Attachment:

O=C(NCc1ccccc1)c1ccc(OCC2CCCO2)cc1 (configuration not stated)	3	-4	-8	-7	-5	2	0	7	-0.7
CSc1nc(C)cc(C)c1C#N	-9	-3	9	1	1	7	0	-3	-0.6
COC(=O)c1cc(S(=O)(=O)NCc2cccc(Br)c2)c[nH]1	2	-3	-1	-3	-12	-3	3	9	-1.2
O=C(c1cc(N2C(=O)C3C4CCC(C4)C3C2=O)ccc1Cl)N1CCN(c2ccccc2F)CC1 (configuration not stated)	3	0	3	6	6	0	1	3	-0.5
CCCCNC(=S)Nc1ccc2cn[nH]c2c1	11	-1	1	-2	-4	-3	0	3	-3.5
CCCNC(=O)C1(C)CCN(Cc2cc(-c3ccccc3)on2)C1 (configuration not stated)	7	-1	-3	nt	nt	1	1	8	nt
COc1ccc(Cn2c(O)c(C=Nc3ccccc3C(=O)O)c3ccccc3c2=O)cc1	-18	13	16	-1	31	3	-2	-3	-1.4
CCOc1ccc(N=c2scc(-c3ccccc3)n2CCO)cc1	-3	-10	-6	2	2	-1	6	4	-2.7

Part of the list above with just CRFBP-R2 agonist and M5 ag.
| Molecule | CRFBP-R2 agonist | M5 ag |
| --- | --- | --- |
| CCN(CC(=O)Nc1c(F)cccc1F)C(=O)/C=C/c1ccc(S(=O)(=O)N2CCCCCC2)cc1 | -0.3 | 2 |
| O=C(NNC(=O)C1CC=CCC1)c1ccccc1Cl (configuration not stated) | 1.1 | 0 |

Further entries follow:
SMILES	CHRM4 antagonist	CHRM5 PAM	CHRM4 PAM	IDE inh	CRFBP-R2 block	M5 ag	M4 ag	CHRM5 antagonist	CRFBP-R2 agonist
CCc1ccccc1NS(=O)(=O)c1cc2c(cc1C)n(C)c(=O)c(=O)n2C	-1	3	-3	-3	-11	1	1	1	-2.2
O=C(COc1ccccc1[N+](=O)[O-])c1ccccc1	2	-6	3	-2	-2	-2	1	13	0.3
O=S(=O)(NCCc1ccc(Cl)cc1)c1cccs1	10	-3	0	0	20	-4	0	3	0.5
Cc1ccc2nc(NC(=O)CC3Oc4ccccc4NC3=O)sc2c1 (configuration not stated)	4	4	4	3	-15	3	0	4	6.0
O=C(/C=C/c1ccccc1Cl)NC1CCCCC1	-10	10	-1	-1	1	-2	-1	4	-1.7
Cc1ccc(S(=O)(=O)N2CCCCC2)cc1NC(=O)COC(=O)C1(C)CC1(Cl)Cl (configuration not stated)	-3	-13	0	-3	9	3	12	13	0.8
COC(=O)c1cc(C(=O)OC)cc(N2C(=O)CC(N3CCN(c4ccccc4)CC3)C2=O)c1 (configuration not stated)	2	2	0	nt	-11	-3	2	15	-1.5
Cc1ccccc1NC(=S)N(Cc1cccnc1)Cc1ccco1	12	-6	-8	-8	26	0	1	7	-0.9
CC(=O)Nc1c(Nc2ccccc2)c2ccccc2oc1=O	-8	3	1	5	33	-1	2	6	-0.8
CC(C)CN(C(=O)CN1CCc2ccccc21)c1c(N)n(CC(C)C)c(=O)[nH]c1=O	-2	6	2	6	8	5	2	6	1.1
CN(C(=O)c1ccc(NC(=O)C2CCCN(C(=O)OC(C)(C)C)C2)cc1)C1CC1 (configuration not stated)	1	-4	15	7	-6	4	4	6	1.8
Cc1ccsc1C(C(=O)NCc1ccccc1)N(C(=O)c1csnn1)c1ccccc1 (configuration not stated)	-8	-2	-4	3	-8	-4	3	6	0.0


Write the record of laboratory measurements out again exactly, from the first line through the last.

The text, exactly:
O=C(NCc1ccccc1)c1ccc(OCC2CCCO2)cc1 (configuration not stated)	3	-4	-8	-7	-5	2	0	7	-0.7
CSc1nc(C)cc(C)c1C#N	-9	-3	9	1	1	7	0	-3	-0.6
COC(=O)c1cc(S(=O)(=O)NCc2cccc(Br)c2)c[nH]1	2	-3	-1	-3	-12	-3	3	9	-1.2
O=C(c1cc(N2C(=O)C3C4CCC(C4)C3C2=O)ccc1Cl)N1CCN(c2ccccc2F)CC1 (configuration not stated)	3	0	3	6	6	0	1	3	-0.5
CCCCNC(=S)Nc1ccc2cn[nH]c2c1	11	-1	1	-2	-4	-3	0	3	-3.5
CCCNC(=O)C1(C)CCN(Cc2cc(-c3ccccc3)on2)C1 (configuration not stated)	7	-1	-3	nt	nt	1	1	8	nt
COc1ccc(Cn2c(O)c(C=Nc3ccccc3C(=O)O)c3ccccc3c2=O)cc1	-18	13	16	-1	31	3	-2	-3	-1.4
CCOc1ccc(N=c2scc(-c3ccccc3)n2CCO)cc1	-3	-10	-6	2	2	-1	6	4	-2.7

Part of the list above with just CRFBP-R2 agonist and M5 ag.
| Molecule | CRFBP-R2 agonist | M5 ag |
| --- | --- | --- |
| CCN(CC(=O)Nc1c(F)cccc1F)C(=O)/C=C/c1ccc(S(=O)(=O)N2CCCCCC2)cc1 | -0.3 | 2 |
| O=C(NNC(=O)C1CC=CCC1)c1ccccc1Cl (configuration not stated) | 1.1 | 0 |

Further entries follow:
SMILES	CHRM4 antagonist	CHRM5 PAM	CHRM4 PAM	IDE inh	CRFBP-R2 block	M5 ag	M4 ag	CHRM5 antagonist	CRFBP-R2 agonist
CCc1ccccc1NS(=O)(=O)c1cc2c(cc1C)n(C)c(=O)c(=O)n2C	-1	3	-3	-3	-11	1	1	1	-2.2
O=C(COc1ccccc1[N+](=O)[O-])c1ccccc1	2	-6	3	-2	-2	-2	1	13	0.3
O=S(=O)(NCCc1ccc(Cl)cc1)c1cccs1	10	-3	0	0	20	-4	0	3	0.5
Cc1ccc2nc(NC(=O)CC3Oc4ccccc4NC3=O)sc2c1 (configuration not stated)	4	4	4	3	-15	3	0	4	6.0
O=C(/C=C/c1ccccc1Cl)NC1CCCCC1	-10	10	-1	-1	1	-2	-1	4	-1.7
Cc1ccc(S(=O)(=O)N2CCCCC2)cc1NC(=O)COC(=O)C1(C)CC1(Cl)Cl (configuration not stated)	-3	-13	0	-3	9	3	12	13	0.8
COC(=O)c1cc(C(=O)OC)cc(N2C(=O)CC(N3CCN(c4ccccc4)CC3)C2=O)c1 (configuration not stated)	2	2	0	nt	-11	-3	2	15	-1.5
Cc1ccccc1NC(=S)N(Cc1cccnc1)Cc1ccco1	12	-6	-8	-8	26	0	1	7	-0.9
CC(=O)Nc1c(Nc2ccccc2)c2ccccc2oc1=O	-8	3	1	5	33	-1	2	6	-0.8
CC(C)CN(C(=O)CN1CCc2ccccc21)c1c(N)n(CC(C)C)c(=O)[nH]c1=O	-2	6	2	6	8	5	2	6	1.1
CN(C(=O)c1ccc(NC(=O)C2CCCN(C(=O)OC(C)(C)C)C2)cc1)C1CC1 (configuration not stated)	1	-4	15	7	-6	4	4	6	1.8
Cc1ccsc1C(C(=O)NCc1ccccc1)N(C(=O)c1csnn1)c1ccccc1 (configuration not stated)	-8	-2	-4	3	-8	-4	3	6	0.0